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The Dartmouth
April 16, 2024 | Latest Issue
The Dartmouth

SA mulls co-ed housing proposal

The Student Assembly will vote tonight on whether or not to pass a new resolution proposing more co-educational living options for Dartmouth undergraduates. Under the Assembly's proposal, the River Apartments, eight of the two-room doubles in the East Wheelock residential cluster and several of the rooms in the new McLaughlin cluster will house both male and female roommates.

Members of the Assembly's Diversity Affairs Committee, which proposed the measure, said the resolution reflects some students' belief that the current policy assumes that everyone is heterosexual or feels comfortable living with someone of the same gender.

Tim Andreadis '07, a chair of the committee, said he also believes that the current bias against co-ed housing stems from a belief that women will be unable to resist unwanted sexual advances from their male roommates.

"It assumes that people here are too naive and can't make their own choices, setting themselves up for sexual aggression or abuse," he said. "I think that people at this school are able to make their own choices regardless of who they want to live with."

Andreadis and the committee's other chairs, Yuki Kondo-Shah '07 and Santiago Vallinas '07, pointed to a recent Assembly student-opinion poll as evidence of widespread support for co-ed housing. The recent BlitzMail survey found that 85 percent of the 1,201 respondents said they were in favor of co-ed housing at Dartmouth and 75 percent said they would be interested in participating in this option.

Some students said they think they should be allowed to room with their friends, regardless of gender, while others cited a desire for a system that is more sensitive to homosexual needs.

Dean of Residential Life Martin Redman said it will likely be a long time before a pilot program can go into effect, but said he was not opposed to reaching compromises with the Assembly.

"I don't have a problem with co-ed apartments, but there are a lot of privacy issues to think about," Redman said.

Redman added that co-ed living already exists in a few, select locations on campus, citing the three co-ed Greek houses, affinity houses and the Max Kade German Center as examples. However, he said he fears that widespread co-ed living is unrealistic for logistical reasons.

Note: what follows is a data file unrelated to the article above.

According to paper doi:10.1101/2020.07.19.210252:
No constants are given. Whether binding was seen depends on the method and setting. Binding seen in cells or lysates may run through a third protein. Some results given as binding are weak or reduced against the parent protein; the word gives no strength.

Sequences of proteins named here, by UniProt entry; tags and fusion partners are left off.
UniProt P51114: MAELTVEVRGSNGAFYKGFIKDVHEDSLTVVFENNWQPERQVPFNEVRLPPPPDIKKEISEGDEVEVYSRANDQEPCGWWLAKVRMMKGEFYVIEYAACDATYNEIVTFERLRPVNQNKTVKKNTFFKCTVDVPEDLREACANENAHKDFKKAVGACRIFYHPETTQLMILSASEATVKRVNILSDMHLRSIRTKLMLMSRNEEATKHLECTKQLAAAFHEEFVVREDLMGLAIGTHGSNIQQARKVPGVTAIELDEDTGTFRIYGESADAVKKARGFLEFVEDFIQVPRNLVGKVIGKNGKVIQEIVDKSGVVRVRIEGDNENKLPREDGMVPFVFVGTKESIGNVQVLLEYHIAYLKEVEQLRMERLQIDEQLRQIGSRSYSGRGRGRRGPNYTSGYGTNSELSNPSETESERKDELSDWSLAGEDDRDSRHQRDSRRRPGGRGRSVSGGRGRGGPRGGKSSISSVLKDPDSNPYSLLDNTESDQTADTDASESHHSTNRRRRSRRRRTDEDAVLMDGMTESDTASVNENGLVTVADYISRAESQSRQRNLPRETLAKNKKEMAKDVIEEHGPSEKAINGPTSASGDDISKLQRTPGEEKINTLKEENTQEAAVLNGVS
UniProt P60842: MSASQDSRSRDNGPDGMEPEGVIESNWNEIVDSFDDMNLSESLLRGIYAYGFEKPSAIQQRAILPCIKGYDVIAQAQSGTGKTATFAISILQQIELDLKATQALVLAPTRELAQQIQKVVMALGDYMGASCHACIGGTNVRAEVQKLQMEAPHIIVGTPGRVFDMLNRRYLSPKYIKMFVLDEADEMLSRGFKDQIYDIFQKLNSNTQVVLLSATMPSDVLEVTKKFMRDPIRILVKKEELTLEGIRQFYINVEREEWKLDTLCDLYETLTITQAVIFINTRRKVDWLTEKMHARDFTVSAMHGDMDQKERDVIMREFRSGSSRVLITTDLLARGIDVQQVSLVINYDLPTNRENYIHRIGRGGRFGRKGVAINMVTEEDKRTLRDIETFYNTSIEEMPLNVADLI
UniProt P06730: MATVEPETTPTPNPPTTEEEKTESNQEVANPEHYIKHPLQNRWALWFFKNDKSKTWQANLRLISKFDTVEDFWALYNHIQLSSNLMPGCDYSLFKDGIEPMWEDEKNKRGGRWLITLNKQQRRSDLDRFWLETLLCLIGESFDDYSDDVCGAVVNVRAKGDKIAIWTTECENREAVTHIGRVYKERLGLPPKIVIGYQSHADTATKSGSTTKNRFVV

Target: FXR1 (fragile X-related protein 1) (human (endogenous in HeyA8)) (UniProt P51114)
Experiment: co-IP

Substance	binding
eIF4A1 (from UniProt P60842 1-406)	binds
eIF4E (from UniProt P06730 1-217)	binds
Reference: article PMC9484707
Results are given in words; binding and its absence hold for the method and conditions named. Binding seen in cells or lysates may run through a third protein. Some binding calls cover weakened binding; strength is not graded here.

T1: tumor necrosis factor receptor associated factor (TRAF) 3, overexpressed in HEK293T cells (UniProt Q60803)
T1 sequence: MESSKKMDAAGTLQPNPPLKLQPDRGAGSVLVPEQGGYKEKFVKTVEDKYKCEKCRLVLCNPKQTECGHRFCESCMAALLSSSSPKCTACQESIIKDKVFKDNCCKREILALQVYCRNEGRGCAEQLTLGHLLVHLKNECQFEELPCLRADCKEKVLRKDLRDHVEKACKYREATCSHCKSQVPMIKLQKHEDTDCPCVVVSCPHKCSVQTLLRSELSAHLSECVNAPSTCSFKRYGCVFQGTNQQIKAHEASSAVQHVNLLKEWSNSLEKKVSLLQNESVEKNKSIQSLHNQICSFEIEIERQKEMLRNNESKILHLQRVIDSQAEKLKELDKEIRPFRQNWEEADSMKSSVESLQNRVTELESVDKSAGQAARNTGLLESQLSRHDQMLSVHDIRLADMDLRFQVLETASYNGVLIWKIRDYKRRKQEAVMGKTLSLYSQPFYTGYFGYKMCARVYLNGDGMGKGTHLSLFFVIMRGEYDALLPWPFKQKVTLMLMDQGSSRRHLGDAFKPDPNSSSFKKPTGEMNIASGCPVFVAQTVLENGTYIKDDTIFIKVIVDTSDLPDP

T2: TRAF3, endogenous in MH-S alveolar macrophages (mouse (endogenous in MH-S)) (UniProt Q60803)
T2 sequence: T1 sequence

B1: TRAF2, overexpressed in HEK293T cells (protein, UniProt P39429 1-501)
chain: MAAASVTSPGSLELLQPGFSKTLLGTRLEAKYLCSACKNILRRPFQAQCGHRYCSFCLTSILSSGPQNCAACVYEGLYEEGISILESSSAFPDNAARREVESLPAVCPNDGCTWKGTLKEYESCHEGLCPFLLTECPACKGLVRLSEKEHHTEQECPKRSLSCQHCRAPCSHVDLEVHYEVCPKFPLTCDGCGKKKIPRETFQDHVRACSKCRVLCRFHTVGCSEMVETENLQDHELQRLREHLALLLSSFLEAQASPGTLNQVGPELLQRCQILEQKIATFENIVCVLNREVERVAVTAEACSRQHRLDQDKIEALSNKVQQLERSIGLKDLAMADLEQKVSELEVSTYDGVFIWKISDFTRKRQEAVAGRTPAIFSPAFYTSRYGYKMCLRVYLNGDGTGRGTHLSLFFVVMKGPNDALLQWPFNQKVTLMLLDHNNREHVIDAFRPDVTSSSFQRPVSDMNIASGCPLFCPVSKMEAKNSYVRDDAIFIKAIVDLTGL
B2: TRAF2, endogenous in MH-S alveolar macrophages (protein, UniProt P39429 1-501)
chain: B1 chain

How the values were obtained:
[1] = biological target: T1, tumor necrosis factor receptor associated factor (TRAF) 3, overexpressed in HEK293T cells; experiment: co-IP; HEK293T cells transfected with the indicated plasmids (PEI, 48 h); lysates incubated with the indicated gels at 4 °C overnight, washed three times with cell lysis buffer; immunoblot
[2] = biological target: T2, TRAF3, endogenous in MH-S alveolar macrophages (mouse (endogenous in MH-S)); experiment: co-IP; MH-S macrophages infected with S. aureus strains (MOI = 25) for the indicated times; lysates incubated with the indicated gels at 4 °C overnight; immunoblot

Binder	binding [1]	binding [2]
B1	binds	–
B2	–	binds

"It's easy to say that co-ed living will be only optional, but D-plans can provide problems," Redman said. He worried that some students will leave for an off-term only to have others return who may not want to live in a co-ed environment.

For students who aren't happy with on-campus rules, Redman said there are housing alternatives available off-campus.

"One answer is that if you really want to live with someone of the opposite sex for whatever reason, we have off-campus housing," Redman reminded.

Sarah Morton '05 said she moved off campus after her freshman year because the only person she wanted to live with the next fall was male.

"I haven't moved back to campus since, and I remain satisfied with my decision," she said, but added that she is angry that off-campus housing was the only option for her to live with someone of the opposite gender.

Other colleges have already implemented co-ed housing options. At Wesleyan University, students can choose to room with anyone after their freshmen year, a policy Wesleyan's residential life office backs fully.

"Regardless of where you live, who you live with is the most important thing. It shouldn't be something that should be forced upon by our office," said Rich DeCapua, assistant director of Wesleyan's residential life office.

In addition to the Assembly's Diversity Affairs Committee, Academic Affairs Committee chair Steve Koutsavlis '05 is also a sponsor of the resolution. At least 14 members of the Gay-Straight Alliance have also backed the resolution by sending a letter of support to the Diversity Affairs Committee, Andreadis said.